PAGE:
Straight out of the gate, I’m going to admit to you that I’m a data nerd. I live and breathe data all day, every day. Like my 8-meal-a-day food regimen, it keeps me fueled! Fortunately for me, my passion, experience and skills have provided me the opportunity to be exposed to the best marketers in the industry as I work with them on their analytics efforts.
Every day, I see and hear that marketing and sales organizations are just scratching the surface of analytics using Excel, pivot tables, and lots of manual data pulls to refresh their reports. They’re ready for a better way! Less time consuming, more efficiency, better accuracy — all of these requests lead me to write this blog on the benefits of storing your data for your reporting needs.
So, why should anyone spend the time, money and effort to take their marketing data out of their various SaaS and on-premise databases just to put it in another spot? You might be surprised to find that there are many compelling reasons.
The great thing about storing your data in a database or warehouse is that it is all in one central location. Your marketing automation data, CRM data, and even social media data can all be stored in the same place. This allows for a comprehensive view of all your data and creates “one version of the truth”, which is an absolutely critical component for accurate reporting and analysis.
2. Data Blending
Centralization of data allows you to blend different data sources in your analysis, increasing the power of your reporting. For example, you may want to blend marketing data with social media data to see how active your leads are on Twitter. While you can do this without a centralized warehouse, you’ll see much improved performance and reliability when the data is centralized.
As a corollary to centralization, storing your data in one location allows for maximum flexibility. Need to blend two data sources? No problem. Want to do some ad-hoc querying? Check. Need to create a custom data object or modify a pre-existing one? Thanks to your database, you can do all of the above and more.
Storing marketing data outside of the original system that generated or captured it allows you to automate lots of processes that otherwise wouldn’t be available. You can keep data refreshed so it is always up to date, on the schedule that best fits your needs. This helps enormously down the road with analyzing your data. For example, when you open up a report, you can be confident that the data it reflects is already updated, rather than having to go through potentially time-consuming manual processes to update it.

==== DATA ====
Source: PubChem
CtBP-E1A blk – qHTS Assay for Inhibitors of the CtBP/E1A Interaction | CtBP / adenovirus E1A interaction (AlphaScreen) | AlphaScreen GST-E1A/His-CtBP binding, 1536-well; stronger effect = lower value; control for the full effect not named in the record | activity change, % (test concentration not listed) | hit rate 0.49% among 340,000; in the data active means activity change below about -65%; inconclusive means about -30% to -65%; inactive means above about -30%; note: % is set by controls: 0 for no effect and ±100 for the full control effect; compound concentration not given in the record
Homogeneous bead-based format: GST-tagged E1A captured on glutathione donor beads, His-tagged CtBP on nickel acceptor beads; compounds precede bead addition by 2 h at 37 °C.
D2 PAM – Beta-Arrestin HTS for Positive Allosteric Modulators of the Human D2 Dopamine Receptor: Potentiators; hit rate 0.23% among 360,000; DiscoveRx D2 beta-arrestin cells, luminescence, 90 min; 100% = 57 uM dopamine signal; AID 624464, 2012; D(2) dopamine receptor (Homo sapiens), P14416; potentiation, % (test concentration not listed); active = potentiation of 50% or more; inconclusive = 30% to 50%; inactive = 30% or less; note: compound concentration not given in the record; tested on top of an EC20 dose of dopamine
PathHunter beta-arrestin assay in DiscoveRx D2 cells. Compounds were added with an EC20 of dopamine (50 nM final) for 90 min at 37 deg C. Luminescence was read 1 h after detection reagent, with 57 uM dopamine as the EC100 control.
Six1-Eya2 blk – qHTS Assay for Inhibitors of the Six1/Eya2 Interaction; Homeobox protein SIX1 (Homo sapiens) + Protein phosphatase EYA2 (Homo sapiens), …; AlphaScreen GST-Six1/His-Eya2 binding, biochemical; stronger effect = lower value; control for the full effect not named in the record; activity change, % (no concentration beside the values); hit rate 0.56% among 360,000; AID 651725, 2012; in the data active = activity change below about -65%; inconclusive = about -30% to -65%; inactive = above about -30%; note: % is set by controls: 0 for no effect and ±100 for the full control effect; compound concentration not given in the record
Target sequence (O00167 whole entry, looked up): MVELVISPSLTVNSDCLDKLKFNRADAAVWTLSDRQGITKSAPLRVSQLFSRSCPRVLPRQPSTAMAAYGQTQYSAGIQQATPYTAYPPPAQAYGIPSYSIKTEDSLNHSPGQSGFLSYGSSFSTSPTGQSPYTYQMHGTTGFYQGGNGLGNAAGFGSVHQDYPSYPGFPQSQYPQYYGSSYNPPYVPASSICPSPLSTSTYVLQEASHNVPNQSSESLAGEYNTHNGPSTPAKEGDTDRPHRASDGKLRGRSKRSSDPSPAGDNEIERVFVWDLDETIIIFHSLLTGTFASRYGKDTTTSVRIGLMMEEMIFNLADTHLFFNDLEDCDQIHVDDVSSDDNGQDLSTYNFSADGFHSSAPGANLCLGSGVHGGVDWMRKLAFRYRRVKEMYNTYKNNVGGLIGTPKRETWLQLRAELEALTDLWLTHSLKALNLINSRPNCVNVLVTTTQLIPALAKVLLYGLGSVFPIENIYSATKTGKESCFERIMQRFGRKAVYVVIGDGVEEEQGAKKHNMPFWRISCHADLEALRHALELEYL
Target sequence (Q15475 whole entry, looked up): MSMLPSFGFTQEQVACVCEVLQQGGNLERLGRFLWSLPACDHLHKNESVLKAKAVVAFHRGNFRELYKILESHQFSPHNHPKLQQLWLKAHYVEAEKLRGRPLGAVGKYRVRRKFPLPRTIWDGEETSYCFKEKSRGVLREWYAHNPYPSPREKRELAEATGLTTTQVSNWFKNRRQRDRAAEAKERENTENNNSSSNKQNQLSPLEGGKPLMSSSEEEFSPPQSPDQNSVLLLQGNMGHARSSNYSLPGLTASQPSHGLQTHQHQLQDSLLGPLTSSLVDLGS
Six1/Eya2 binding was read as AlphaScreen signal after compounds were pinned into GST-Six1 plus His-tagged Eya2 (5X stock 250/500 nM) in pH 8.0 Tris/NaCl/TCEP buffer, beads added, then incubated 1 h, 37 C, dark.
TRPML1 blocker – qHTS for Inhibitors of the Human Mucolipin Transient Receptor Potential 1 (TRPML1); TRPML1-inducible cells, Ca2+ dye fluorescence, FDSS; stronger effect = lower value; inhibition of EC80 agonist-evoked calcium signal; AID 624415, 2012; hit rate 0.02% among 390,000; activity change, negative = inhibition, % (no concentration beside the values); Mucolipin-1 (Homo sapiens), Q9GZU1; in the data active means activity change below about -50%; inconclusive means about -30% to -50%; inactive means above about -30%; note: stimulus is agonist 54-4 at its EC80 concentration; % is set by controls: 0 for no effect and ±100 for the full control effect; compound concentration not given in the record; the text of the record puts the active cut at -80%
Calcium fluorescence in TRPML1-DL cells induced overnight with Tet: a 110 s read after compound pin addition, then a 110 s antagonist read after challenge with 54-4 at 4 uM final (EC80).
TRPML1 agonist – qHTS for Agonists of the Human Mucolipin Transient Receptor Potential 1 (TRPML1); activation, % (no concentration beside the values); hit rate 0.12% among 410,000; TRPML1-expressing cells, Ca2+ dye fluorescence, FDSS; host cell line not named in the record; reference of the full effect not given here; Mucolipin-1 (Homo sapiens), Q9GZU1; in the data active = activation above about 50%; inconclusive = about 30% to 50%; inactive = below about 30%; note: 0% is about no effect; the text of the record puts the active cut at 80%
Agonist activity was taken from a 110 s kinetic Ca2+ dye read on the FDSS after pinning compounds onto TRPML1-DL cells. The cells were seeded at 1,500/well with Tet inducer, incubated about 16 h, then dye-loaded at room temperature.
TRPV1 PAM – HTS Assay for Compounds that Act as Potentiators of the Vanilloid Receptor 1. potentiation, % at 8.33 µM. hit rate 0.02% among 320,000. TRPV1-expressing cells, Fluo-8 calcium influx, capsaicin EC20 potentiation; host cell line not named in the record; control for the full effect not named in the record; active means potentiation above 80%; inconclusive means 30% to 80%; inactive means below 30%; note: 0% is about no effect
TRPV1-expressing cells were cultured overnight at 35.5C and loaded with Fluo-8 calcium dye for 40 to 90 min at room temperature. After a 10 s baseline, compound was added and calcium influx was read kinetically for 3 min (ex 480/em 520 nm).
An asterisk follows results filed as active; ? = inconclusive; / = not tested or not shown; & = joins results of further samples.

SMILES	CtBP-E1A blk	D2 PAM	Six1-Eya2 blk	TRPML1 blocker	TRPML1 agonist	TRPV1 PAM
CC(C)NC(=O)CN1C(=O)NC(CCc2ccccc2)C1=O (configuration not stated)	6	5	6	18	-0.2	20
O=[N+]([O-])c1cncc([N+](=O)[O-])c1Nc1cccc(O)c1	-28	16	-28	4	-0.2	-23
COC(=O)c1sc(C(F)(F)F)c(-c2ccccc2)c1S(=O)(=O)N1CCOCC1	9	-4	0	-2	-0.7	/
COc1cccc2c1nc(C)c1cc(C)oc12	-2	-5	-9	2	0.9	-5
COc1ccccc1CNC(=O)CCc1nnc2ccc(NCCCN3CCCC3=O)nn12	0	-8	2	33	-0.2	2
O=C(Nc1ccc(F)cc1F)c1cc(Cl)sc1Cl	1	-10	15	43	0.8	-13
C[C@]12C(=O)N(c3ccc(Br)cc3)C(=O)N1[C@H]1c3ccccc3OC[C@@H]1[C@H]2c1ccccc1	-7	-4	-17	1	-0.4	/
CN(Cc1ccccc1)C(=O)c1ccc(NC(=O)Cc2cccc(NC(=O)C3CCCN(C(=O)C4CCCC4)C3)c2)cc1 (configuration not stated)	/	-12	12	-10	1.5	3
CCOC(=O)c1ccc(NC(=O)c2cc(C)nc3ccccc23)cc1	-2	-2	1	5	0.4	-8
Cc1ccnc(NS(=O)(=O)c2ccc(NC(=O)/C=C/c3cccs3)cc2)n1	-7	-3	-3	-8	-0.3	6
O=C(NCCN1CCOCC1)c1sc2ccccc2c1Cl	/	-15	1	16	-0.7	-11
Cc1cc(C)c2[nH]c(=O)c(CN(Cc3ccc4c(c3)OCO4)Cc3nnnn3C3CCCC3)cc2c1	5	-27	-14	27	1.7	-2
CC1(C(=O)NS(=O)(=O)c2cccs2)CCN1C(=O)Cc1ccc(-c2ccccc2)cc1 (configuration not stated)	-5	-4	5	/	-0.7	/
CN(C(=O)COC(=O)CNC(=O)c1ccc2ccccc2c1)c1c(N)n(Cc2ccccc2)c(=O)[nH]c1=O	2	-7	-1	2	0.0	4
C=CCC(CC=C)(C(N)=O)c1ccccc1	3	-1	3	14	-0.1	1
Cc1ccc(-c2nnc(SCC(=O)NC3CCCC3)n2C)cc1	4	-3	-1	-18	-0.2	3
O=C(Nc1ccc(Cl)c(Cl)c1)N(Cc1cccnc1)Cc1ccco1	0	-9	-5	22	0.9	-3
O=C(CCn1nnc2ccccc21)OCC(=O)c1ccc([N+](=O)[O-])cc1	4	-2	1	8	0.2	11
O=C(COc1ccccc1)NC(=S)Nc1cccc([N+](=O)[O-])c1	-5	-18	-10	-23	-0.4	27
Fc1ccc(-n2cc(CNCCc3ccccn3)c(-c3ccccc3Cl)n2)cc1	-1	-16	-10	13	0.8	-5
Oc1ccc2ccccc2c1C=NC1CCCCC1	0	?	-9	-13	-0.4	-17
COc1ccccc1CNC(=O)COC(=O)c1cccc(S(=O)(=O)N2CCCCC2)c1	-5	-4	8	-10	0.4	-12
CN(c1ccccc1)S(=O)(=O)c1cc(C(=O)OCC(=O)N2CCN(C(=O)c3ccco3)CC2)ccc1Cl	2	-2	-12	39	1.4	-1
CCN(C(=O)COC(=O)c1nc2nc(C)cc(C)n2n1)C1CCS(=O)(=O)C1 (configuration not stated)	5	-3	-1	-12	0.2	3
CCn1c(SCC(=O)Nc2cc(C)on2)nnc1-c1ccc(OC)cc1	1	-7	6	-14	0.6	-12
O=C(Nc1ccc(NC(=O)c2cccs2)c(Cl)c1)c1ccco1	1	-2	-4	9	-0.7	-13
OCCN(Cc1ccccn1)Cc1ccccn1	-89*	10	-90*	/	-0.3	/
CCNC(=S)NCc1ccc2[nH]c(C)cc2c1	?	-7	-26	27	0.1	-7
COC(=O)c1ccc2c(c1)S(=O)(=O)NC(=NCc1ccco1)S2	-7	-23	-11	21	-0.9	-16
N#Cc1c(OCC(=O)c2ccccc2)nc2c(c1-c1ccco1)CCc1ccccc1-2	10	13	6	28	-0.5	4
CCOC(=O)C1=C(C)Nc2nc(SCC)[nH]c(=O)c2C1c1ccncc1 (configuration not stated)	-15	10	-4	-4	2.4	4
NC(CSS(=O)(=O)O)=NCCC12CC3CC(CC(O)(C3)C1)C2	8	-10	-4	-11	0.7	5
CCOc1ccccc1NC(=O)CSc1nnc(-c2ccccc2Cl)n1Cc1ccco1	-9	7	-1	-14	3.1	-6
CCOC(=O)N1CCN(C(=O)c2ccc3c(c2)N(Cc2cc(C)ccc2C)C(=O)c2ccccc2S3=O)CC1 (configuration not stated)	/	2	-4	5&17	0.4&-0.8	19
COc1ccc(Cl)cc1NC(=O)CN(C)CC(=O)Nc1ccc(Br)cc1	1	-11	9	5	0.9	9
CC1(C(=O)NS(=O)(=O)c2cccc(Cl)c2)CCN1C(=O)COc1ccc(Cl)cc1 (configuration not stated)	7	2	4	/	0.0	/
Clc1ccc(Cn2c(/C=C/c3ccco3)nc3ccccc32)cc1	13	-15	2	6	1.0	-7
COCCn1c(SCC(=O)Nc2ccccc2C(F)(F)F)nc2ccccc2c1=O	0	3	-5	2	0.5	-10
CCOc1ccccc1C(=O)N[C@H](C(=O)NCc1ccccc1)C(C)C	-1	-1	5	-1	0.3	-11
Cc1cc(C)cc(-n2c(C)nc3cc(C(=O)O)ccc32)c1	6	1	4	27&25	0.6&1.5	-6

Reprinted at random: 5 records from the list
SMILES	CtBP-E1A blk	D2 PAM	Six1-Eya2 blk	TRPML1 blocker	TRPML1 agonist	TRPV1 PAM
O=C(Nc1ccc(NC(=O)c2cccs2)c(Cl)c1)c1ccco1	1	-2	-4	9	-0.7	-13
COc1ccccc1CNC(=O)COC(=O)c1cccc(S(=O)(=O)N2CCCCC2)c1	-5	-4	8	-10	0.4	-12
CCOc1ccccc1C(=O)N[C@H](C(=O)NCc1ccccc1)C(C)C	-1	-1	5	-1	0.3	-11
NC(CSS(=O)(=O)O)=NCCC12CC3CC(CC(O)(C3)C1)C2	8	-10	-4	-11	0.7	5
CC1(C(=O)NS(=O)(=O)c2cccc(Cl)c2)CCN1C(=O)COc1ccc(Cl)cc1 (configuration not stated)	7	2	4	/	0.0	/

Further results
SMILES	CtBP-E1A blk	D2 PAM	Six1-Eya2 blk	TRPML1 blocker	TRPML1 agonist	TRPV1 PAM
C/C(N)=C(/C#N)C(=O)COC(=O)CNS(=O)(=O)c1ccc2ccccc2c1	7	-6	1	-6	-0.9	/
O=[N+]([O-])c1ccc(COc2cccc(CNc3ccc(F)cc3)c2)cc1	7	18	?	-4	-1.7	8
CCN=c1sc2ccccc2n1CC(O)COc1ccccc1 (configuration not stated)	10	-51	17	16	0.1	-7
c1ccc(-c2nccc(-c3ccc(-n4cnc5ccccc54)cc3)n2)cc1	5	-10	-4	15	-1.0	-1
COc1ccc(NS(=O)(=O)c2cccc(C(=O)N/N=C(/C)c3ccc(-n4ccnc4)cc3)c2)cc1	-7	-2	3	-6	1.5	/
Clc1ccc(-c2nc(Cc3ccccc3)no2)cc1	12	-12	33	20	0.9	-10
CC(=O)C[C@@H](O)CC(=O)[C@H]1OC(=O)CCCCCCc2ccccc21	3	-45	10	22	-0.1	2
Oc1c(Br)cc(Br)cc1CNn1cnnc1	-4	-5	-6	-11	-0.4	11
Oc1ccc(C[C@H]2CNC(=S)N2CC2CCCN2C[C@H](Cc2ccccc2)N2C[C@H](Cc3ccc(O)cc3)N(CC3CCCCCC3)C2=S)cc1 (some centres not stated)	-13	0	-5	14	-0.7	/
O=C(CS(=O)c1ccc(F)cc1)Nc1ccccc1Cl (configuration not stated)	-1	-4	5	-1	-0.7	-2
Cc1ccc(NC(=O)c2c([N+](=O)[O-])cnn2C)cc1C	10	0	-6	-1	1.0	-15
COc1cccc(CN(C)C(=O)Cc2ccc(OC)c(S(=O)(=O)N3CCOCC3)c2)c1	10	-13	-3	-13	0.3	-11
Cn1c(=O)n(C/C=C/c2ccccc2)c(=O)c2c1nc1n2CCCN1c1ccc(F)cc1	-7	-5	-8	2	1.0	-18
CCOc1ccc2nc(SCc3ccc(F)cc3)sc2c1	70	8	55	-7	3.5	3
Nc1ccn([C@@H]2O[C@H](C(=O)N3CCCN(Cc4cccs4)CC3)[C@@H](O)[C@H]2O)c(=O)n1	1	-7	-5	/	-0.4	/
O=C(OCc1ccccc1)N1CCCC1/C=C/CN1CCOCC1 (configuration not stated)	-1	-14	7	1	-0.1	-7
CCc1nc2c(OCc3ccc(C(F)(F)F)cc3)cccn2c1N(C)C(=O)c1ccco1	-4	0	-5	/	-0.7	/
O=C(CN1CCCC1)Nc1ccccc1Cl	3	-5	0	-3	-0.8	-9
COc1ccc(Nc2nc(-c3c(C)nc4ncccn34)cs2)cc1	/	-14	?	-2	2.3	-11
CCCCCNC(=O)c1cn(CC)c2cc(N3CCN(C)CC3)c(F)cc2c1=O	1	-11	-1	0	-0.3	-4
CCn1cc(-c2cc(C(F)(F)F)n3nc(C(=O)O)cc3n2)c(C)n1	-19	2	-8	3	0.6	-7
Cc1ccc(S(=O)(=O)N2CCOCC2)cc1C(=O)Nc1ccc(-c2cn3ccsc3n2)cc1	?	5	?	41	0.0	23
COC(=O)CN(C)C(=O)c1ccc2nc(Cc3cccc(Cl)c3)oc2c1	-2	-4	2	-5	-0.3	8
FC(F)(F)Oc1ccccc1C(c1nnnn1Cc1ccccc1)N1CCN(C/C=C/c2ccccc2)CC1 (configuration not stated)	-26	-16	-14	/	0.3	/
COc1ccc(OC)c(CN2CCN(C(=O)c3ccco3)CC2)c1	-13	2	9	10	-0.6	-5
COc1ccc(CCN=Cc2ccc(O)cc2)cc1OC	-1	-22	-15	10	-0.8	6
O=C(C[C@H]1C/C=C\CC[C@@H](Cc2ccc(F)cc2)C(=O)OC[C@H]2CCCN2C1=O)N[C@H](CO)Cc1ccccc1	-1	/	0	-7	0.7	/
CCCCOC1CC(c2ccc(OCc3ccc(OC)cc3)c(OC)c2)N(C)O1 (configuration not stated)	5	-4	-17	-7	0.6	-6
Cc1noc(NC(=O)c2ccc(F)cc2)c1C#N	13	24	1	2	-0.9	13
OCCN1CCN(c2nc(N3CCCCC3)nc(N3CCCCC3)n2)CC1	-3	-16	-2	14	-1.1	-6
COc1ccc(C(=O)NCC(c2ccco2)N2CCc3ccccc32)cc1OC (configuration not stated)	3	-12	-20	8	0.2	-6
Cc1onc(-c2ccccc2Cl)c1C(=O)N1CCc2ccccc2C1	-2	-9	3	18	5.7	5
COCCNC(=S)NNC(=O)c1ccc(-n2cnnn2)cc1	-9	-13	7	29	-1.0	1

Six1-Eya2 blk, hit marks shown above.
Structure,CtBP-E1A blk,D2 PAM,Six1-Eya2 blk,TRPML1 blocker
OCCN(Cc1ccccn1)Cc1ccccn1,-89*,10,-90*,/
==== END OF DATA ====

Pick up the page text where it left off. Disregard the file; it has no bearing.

Whichever tool or platform you use to analyze your data, you’ll notice a significant performance improvement in trying to do so from a database than directly from your data source. Databases are usually much faster for querying and analysis, and contain all the data you’ve specified rather than just a portion of it.
6. Data Quality
When you store your marketing data in a database, you can set up all kinds of checks and balances to ensure the quality of your data. This includes, but is not limited to, checking records against other sources based on rules you define, importing criteria, updating queries, and other processes you can set up to improve the quality, and therefore reliability, of your data.
7. Permanence and History
Storing marketing data in a database or warehouse makes it permanent so that you can control and manage it, report on it, and use it for other business purposes. Many original data sources are not permanent in the sense that not all the data is available at once, or is expunged after a period of time. For example, Twitter only exposes the last 10 days of tweets. Unless you migrate that data to a database or some other permanent source on a regular basis, you’ll have no visibility into how many tweets you had last month (and perhaps more importantly, what was being said in them).
8. Redundancy and Security
Redundancy is an important feature of most software systems, and is created when you have a separate version of your data. In case something happens to your underlying data source, you want to be sure that you still have access to all your historical data so you don’t lose visibility into the past. For example, your SFDC instance gets corrupted, or you upgrade to new marketing automation software. Similar to the above, storing your data separately actually increases security. It may sound counterintuitive. How can an extra copy of my data floating around be more secure? But having that copy could be priceless if something were to happen to your original data. Most databases today have very strong security features, over which you have a lot of control, which makes them more secure than ever.
Last, but certainly not least, storing your data in a warehouse or database allows for maximum accessibility to a wide range of third-party tools and software. Virtually every business intelligence or analytics platform (including our own) can connect to a variety of databases and warehouses, whereas it is often not possible to connect to native data sources, or there is limited capability to do so.
The upfront investment of time and resources to store your sales and marketing data is worth it. It opens up a world of possibilities for your analysts (equipped with reporting and analysis tools) to start using the data in ways you couldn’t dream of.
In my next post, I’ll discuss some ways that you and your analysts can leverage your newly stored data for even better analytics and reporting.